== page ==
Could this be the worst car accident ever put to video?

They call it tufush: a "great national boredom" among the youth of Saudi Arabia. Flooded with hormones but lacking opportunities to really go wild – this being a strict Muslim society – the kids of the oil kingdom have embraced some fairly crazy hobbies to get their howling yayas out.

Among them is drifting, the "sport" of accelerating like you're trying to break the light barrier and then slamming on the brakes. Doing so creates two possible outcomes: 1) having the vehicle slide around like a crazy-cool doodlebug while the tires ferociously screech and smoke, or 2) prompting a massive car wreck that maims or kills everyone involved, often in the most gruesome way possible.

WARNING: This video contains graphic scenes of a really bad car crash and at least one severed limb. Do not watch if you find such content objectionable. Instead, enjoy this article, "Why are Saudis Stoning Their Cars?"

The video above shows a group of drifters and onlookers experiencing Scenario No. 2. According to the text that accompanies it on YouTube (which I have not been able to find reprinted in English news outlets, FYI), the accident happened on May 25 in the capital city of Riyadh. The vehicle was traveling at a speed of about 125 m.p.h. when it flipped, and every one of its four occupants died.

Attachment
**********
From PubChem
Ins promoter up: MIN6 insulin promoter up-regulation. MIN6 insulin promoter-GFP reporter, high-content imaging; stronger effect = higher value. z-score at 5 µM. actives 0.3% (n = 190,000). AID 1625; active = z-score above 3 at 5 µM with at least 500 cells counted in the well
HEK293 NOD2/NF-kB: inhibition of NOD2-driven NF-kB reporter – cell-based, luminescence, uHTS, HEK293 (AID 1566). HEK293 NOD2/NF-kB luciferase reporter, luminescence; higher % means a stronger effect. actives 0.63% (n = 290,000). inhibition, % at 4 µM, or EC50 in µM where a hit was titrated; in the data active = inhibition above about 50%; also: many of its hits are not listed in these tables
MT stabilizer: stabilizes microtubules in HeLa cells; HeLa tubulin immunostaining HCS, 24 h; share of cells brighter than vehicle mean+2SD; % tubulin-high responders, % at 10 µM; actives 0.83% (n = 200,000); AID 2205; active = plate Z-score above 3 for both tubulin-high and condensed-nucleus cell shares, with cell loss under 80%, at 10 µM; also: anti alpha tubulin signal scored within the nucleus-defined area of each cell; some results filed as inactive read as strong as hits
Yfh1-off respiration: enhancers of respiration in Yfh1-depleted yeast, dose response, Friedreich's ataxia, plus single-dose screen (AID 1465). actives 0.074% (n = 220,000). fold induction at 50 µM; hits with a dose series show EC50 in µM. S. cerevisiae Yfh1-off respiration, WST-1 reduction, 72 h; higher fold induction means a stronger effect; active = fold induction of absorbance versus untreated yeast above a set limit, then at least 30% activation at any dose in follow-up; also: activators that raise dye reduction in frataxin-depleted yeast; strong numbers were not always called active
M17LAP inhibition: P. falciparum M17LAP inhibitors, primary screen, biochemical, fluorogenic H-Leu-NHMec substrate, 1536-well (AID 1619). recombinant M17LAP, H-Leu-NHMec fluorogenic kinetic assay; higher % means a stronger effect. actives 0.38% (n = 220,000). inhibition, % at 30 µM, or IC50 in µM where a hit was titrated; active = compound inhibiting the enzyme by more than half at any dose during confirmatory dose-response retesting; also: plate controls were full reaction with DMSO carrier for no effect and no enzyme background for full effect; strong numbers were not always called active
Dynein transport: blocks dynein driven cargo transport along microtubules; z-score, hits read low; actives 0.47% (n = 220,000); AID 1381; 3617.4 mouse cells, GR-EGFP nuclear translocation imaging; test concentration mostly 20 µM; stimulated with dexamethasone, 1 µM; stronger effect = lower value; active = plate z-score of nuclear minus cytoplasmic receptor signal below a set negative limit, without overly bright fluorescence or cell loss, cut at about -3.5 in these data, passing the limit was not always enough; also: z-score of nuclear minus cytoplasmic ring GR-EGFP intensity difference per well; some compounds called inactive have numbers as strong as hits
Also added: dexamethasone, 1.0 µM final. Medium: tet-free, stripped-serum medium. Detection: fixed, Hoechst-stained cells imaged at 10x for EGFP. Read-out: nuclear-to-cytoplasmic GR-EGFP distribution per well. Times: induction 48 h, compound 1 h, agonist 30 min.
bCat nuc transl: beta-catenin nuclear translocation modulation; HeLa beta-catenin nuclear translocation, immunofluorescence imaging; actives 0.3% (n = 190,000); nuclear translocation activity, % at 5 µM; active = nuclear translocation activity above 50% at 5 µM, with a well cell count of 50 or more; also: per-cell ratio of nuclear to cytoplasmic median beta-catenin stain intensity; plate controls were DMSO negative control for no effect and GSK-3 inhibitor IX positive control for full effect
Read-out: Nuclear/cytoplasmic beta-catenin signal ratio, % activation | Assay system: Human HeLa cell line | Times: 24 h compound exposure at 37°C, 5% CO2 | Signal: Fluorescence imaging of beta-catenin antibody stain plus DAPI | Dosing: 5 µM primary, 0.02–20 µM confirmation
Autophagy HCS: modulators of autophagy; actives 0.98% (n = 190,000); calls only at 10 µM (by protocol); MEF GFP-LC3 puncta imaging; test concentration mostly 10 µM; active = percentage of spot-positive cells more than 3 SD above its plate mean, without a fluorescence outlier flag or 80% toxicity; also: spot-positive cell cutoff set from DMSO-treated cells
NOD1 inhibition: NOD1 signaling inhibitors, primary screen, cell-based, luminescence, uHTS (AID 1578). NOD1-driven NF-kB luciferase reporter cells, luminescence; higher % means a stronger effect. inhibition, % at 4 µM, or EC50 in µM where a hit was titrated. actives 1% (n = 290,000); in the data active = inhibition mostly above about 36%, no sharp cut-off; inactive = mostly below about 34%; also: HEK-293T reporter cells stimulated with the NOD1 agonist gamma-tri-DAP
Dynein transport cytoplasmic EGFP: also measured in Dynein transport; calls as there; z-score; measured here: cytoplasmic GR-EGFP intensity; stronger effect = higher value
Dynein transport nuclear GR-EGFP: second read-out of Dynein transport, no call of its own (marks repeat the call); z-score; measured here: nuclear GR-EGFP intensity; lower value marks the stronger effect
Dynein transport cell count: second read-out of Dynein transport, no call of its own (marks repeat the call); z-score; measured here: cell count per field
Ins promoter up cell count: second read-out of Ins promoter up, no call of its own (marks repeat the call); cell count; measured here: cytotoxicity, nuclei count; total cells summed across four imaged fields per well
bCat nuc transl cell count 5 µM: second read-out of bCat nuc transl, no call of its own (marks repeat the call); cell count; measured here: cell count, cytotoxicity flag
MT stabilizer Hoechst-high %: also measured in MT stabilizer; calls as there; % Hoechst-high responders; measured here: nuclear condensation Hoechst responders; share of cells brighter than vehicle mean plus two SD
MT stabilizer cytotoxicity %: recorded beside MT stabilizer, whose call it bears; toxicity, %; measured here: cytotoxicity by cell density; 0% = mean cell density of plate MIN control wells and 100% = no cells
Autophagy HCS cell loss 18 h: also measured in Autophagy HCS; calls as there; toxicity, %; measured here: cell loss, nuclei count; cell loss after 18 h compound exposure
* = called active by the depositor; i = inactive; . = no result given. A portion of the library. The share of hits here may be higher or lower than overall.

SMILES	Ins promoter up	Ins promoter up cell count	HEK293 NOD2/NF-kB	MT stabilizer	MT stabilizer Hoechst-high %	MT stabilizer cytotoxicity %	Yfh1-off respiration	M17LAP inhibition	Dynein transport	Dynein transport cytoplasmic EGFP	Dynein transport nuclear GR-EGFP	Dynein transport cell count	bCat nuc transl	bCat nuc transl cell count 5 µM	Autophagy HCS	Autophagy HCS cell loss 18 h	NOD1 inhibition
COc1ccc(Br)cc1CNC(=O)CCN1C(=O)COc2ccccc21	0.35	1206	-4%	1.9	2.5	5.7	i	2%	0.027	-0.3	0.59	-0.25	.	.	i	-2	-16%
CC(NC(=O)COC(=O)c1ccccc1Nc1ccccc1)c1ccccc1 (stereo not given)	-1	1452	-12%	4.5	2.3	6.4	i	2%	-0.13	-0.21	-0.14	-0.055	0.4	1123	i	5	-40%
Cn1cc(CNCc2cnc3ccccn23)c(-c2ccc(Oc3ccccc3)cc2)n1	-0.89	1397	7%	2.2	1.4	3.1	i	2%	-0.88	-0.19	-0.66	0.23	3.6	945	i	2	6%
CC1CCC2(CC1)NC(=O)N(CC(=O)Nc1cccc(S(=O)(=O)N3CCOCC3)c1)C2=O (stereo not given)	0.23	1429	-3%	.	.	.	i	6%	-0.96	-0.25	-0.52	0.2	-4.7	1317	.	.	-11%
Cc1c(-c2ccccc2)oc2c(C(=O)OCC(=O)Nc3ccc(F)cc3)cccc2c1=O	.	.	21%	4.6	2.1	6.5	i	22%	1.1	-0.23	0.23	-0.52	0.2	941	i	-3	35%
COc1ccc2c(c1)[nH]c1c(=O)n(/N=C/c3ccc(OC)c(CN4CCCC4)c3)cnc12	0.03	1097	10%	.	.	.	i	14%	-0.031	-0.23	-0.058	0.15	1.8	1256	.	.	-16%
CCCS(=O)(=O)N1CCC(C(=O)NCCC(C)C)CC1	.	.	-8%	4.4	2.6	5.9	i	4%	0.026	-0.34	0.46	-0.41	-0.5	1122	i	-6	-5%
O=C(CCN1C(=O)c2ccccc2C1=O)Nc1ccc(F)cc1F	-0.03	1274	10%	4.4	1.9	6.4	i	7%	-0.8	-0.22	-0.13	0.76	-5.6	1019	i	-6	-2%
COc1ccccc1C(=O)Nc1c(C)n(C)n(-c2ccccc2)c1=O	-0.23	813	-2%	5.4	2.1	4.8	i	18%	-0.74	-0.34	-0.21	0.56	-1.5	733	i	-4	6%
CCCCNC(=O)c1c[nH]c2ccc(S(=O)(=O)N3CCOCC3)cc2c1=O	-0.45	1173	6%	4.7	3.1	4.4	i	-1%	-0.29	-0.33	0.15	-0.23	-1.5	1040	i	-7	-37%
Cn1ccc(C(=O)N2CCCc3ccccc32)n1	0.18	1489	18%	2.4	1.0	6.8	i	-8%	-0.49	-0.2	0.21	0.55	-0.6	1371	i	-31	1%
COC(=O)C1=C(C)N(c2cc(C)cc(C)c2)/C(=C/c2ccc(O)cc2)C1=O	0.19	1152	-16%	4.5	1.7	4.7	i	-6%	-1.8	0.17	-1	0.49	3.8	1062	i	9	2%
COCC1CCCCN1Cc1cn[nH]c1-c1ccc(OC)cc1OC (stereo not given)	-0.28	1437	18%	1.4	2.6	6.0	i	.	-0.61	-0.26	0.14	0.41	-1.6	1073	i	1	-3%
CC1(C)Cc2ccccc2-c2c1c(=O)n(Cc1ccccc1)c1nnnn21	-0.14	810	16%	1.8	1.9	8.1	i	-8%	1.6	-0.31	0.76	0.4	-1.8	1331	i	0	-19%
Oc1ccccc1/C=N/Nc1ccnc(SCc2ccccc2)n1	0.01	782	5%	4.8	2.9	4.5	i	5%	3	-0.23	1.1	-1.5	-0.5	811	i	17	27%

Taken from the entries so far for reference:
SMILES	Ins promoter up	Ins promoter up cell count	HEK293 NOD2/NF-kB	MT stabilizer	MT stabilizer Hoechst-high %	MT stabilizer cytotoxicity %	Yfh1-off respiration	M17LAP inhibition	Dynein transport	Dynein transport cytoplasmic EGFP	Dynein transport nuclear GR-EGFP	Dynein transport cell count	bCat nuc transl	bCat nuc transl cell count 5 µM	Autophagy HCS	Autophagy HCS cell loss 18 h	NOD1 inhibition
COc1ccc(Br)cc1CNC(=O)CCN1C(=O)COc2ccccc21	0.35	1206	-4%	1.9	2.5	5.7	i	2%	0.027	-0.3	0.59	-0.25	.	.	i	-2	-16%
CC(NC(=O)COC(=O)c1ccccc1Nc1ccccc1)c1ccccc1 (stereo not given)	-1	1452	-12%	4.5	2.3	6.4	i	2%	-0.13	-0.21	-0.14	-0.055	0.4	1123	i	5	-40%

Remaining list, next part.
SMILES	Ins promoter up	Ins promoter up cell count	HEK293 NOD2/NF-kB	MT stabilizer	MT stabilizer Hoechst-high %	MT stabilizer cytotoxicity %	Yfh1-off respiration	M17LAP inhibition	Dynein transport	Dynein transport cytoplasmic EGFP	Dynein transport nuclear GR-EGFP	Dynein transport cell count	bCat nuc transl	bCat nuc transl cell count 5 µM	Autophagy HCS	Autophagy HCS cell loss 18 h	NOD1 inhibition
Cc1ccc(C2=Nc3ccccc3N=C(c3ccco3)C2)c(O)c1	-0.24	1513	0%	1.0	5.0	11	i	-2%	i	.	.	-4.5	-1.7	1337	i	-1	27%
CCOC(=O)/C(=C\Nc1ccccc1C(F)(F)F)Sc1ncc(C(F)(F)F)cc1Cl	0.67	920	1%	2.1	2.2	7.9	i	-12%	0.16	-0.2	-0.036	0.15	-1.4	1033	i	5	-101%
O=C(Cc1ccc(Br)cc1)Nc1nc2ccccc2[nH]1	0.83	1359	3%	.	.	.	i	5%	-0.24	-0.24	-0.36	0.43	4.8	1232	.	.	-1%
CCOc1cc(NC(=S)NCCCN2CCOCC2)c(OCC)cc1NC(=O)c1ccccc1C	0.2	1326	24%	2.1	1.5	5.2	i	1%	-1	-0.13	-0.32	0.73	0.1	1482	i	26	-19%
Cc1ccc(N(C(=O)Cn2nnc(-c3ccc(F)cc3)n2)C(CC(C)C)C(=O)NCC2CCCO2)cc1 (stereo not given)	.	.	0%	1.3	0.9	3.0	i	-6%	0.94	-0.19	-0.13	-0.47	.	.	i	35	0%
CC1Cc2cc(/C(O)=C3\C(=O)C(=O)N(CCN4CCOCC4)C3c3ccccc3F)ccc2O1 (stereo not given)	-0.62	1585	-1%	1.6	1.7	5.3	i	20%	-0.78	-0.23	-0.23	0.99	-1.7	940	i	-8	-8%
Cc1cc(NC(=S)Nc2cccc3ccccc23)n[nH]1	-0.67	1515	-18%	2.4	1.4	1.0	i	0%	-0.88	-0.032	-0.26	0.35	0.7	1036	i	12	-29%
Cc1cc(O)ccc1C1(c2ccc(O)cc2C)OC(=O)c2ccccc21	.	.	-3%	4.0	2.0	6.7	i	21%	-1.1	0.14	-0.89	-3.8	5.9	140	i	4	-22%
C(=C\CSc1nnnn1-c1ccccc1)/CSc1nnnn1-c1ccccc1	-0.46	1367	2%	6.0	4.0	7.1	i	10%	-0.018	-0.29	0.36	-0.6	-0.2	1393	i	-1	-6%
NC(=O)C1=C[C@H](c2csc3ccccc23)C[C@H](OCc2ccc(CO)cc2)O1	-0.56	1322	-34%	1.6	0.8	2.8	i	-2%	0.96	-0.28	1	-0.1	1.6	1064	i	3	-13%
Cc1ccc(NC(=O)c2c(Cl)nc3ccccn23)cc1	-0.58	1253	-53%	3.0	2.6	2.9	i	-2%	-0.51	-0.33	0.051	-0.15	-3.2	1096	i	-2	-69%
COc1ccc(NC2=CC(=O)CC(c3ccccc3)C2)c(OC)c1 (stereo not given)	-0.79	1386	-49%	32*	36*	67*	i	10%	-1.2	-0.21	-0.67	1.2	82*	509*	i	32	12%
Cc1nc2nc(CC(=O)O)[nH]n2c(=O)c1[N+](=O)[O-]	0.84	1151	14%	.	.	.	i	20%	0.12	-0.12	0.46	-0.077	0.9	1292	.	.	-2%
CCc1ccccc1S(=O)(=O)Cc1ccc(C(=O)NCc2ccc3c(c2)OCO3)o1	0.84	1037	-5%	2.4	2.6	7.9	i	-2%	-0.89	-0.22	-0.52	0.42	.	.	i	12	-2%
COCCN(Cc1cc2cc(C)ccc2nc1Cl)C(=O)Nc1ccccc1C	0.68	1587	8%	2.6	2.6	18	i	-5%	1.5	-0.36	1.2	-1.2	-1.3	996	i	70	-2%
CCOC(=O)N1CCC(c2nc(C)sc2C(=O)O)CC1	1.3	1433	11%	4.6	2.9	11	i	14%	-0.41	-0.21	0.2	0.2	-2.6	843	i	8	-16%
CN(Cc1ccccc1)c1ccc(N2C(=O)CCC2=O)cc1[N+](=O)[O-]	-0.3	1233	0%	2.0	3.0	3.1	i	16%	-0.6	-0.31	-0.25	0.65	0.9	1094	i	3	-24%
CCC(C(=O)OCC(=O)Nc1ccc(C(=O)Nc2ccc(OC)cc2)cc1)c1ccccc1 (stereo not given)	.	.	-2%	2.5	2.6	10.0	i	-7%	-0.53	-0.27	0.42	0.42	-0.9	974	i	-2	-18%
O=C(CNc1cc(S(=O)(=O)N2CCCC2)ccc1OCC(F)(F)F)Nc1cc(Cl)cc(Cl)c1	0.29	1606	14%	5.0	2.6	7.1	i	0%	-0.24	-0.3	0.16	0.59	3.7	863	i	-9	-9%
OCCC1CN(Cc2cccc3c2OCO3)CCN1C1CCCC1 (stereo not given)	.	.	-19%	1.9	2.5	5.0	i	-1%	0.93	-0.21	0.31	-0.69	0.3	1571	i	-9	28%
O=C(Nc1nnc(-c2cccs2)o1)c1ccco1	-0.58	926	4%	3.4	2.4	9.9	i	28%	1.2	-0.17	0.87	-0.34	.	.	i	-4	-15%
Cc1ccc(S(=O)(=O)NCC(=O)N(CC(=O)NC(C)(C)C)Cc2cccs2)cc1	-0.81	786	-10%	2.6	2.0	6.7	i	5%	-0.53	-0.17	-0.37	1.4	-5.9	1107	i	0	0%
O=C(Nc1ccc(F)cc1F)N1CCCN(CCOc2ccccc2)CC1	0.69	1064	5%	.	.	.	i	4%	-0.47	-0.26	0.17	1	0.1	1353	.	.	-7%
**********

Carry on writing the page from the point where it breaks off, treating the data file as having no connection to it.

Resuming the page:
The physical turmoil kicked up by this doomed machine is incredible. At the moment everything goes irreversibly wrong, it looks like the car is kicking up a horizontal tornado of dirt. There are six or seven rollovers, limp bodies flying everywhere and a spontaneously amputated limb that lands on the pavement. Needless to say, if this video doesn't get you to slow down a bit on the drive home this week, nothing will.

For a more positive spin on drifting, here are other examples that won't make you want to dive in terror under your desk.

About the Author

John Metcalfe
John Metcalfe

John Metcalfe is CityLab’s Bay Area bureau chief, based in Oakland. His coverage focuses on climate change and the science of cities.

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